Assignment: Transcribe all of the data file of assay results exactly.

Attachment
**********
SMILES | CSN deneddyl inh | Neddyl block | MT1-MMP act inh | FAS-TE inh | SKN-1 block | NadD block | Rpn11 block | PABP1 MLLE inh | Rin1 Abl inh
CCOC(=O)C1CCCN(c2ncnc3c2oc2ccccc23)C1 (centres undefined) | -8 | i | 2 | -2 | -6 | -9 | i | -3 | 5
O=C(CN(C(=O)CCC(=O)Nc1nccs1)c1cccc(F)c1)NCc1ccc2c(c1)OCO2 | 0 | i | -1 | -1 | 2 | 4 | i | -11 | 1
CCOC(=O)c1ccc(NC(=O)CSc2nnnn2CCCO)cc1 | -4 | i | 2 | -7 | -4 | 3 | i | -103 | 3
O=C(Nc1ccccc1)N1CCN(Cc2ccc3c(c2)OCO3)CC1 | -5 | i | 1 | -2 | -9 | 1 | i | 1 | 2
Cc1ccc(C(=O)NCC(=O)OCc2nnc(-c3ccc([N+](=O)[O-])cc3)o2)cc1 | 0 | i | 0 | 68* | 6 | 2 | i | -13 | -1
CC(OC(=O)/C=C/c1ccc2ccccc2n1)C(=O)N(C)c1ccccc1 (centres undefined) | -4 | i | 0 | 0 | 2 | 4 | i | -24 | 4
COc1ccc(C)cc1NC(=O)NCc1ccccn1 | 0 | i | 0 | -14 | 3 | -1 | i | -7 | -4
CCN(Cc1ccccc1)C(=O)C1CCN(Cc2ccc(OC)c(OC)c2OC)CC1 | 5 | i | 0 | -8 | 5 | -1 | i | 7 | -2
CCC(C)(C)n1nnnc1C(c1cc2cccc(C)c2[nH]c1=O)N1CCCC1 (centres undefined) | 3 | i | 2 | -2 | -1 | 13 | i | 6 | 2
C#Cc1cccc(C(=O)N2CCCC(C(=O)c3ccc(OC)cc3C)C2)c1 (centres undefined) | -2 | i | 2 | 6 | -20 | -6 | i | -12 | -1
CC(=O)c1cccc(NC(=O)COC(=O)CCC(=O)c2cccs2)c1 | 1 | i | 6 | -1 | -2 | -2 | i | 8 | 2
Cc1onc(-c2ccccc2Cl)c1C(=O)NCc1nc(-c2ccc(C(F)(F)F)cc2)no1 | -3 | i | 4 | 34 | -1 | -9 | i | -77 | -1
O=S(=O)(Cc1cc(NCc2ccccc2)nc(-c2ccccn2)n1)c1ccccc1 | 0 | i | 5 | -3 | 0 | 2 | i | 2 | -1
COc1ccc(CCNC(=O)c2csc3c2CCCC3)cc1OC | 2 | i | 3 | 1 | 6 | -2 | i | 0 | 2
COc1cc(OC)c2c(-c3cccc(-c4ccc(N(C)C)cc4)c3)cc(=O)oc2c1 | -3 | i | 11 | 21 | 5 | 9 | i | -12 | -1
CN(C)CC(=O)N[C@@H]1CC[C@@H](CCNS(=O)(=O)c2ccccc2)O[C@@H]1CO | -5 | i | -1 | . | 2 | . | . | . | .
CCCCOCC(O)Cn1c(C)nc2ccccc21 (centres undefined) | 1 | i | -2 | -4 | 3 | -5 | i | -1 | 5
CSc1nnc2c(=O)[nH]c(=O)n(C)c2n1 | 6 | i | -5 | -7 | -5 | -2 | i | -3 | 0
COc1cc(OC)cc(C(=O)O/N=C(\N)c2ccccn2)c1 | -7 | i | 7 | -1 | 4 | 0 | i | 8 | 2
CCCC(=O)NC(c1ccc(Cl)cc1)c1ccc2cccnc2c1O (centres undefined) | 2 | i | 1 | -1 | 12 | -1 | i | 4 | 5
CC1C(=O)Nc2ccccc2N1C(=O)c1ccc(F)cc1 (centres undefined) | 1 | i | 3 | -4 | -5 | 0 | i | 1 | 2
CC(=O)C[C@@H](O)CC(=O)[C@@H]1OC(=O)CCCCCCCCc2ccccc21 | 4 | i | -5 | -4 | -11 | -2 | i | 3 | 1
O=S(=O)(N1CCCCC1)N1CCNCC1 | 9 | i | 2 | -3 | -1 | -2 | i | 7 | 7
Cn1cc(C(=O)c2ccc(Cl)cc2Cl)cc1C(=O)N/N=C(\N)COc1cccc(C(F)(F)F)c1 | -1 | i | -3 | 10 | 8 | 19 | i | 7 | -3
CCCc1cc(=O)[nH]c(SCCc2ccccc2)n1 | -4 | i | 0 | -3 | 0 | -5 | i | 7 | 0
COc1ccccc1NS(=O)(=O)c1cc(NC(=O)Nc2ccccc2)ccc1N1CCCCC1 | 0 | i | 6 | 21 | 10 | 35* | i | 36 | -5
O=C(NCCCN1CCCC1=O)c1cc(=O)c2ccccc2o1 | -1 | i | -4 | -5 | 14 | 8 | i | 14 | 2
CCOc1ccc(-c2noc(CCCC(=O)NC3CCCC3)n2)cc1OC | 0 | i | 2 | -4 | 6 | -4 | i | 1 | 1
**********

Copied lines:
SMILES | CSN deneddyl inh | Neddyl block | MT1-MMP act inh | FAS-TE inh | SKN-1 block | NadD block | Rpn11 block | PABP1 MLLE inh | Rin1 Abl inh
CCOC(=O)C1CCCN(c2ncnc3c2oc2ccccc23)C1 (centres undefined) | -8 | i | 2 | -2 | -6 | -9 | i | -3 | 5
O=C(CN(C(=O)CCC(=O)Nc1nccs1)c1cccc(F)c1)NCc1ccc2c(c1)OCO2 | 0 | i | -1 | -1 | 2 | 4 | i | -11 | 1
CCOC(=O)c1ccc(NC(=O)CSc2nnnn2CCCO)cc1 | -4 | i | 2 | -7 | -4 | 3 | i | -103 | 3
O=C(Nc1ccccc1)N1CCN(Cc2ccc3c(c2)OCO3)CC1 | -5 | i | 1 | -2 | -9 | 1 | i | 1 | 2
Cc1ccc(C(=O)NCC(=O)OCc2nnc(-c3ccc([N+](=O)[O-])cc3)o2)cc1 | 0 | i | 0 | 68* | 6 | 2 | i | -13 | -1
CC(OC(=O)/C=C/c1ccc2ccccc2n1)C(=O)N(C)c1ccccc1 (centres undefined) | -4 | i | 0 | 0 | 2 | 4 | i | -24 | 4
COc1ccc(C)cc1NC(=O)NCc1ccccn1 | 0 | i | 0 | -14 | 3 | -1 | i | -7 | -4
CCN(Cc1ccccc1)C(=O)C1CCN(Cc2ccc(OC)c(OC)c2OC)CC1 | 5 | i | 0 | -8 | 5 | -1 | i | 7 | -2
CCC(C)(C)n1nnnc1C(c1cc2cccc(C)c2[nH]c1=O)N1CCCC1 (centres undefined) | 3 | i | 2 | -2 | -1 | 13 | i | 6 | 2
C#Cc1cccc(C(=O)N2CCCC(C(=O)c3ccc(OC)cc3C)C2)c1 (centres undefined) | -2 | i | 2 | 6 | -20 | -6 | i | -12 | -1
CC(=O)c1cccc(NC(=O)COC(=O)CCC(=O)c2cccs2)c1 | 1 | i | 6 | -1 | -2 | -2 | i | 8 | 2
Cc1onc(-c2ccccc2Cl)c1C(=O)NCc1nc(-c2ccc(C(F)(F)F)cc2)no1 | -3 | i | 4 | 34 | -1 | -9 | i | -77 | -1
O=S(=O)(Cc1cc(NCc2ccccc2)nc(-c2ccccn2)n1)c1ccccc1 | 0 | i | 5 | -3 | 0 | 2 | i | 2 | -1
COc1ccc(CCNC(=O)c2csc3c2CCCC3)cc1OC | 2 | i | 3 | 1 | 6 | -2 | i | 0 | 2
COc1cc(OC)c2c(-c3cccc(-c4ccc(N(C)C)cc4)c3)cc(=O)oc2c1 | -3 | i | 11 | 21 | 5 | 9 | i | -12 | -1
CN(C)CC(=O)N[C@@H]1CC[C@@H](CCNS(=O)(=O)c2ccccc2)O[C@@H]1CO | -5 | i | -1 | . | 2 | . | . | . | .
CCCCOCC(O)Cn1c(C)nc2ccccc21 (centres undefined) | 1 | i | -2 | -4 | 3 | -5 | i | -1 | 5
CSc1nnc2c(=O)[nH]c(=O)n(C)c2n1 | 6 | i | -5 | -7 | -5 | -2 | i | -3 | 0
COc1cc(OC)cc(C(=O)O/N=C(\N)c2ccccn2)c1 | -7 | i | 7 | -1 | 4 | 0 | i | 8 | 2
CCCC(=O)NC(c1ccc(Cl)cc1)c1ccc2cccnc2c1O (centres undefined) | 2 | i | 1 | -1 | 12 | -1 | i | 4 | 5
CC1C(=O)Nc2ccccc2N1C(=O)c1ccc(F)cc1 (centres undefined) | 1 | i | 3 | -4 | -5 | 0 | i | 1 | 2
CC(=O)C[C@@H](O)CC(=O)[C@@H]1OC(=O)CCCCCCCCc2ccccc21 | 4 | i | -5 | -4 | -11 | -2 | i | 3 | 1
O=S(=O)(N1CCCCC1)N1CCNCC1 | 9 | i | 2 | -3 | -1 | -2 | i | 7 | 7
Cn1cc(C(=O)c2ccc(Cl)cc2Cl)cc1C(=O)N/N=C(\N)COc1cccc(C(F)(F)F)c1 | -1 | i | -3 | 10 | 8 | 19 | i | 7 | -3
CCCc1cc(=O)[nH]c(SCCc2ccccc2)n1 | -4 | i | 0 | -3 | 0 | -5 | i | 7 | 0
COc1ccccc1NS(=O)(=O)c1cc(NC(=O)Nc2ccccc2)ccc1N1CCCCC1 | 0 | i | 6 | 21 | 10 | 35* | i | 36 | -5
O=C(NCCCN1CCCC1=O)c1cc(=O)c2ccccc2o1 | -1 | i | -4 | -5 | 14 | 8 | i | 14 | 2
CCOc1ccc(-c2noc(CCCC(=O)NC3CCCC3)n2)cc1OC | 0 | i | 2 | -4 | 6 | -4 | i | 1 | 1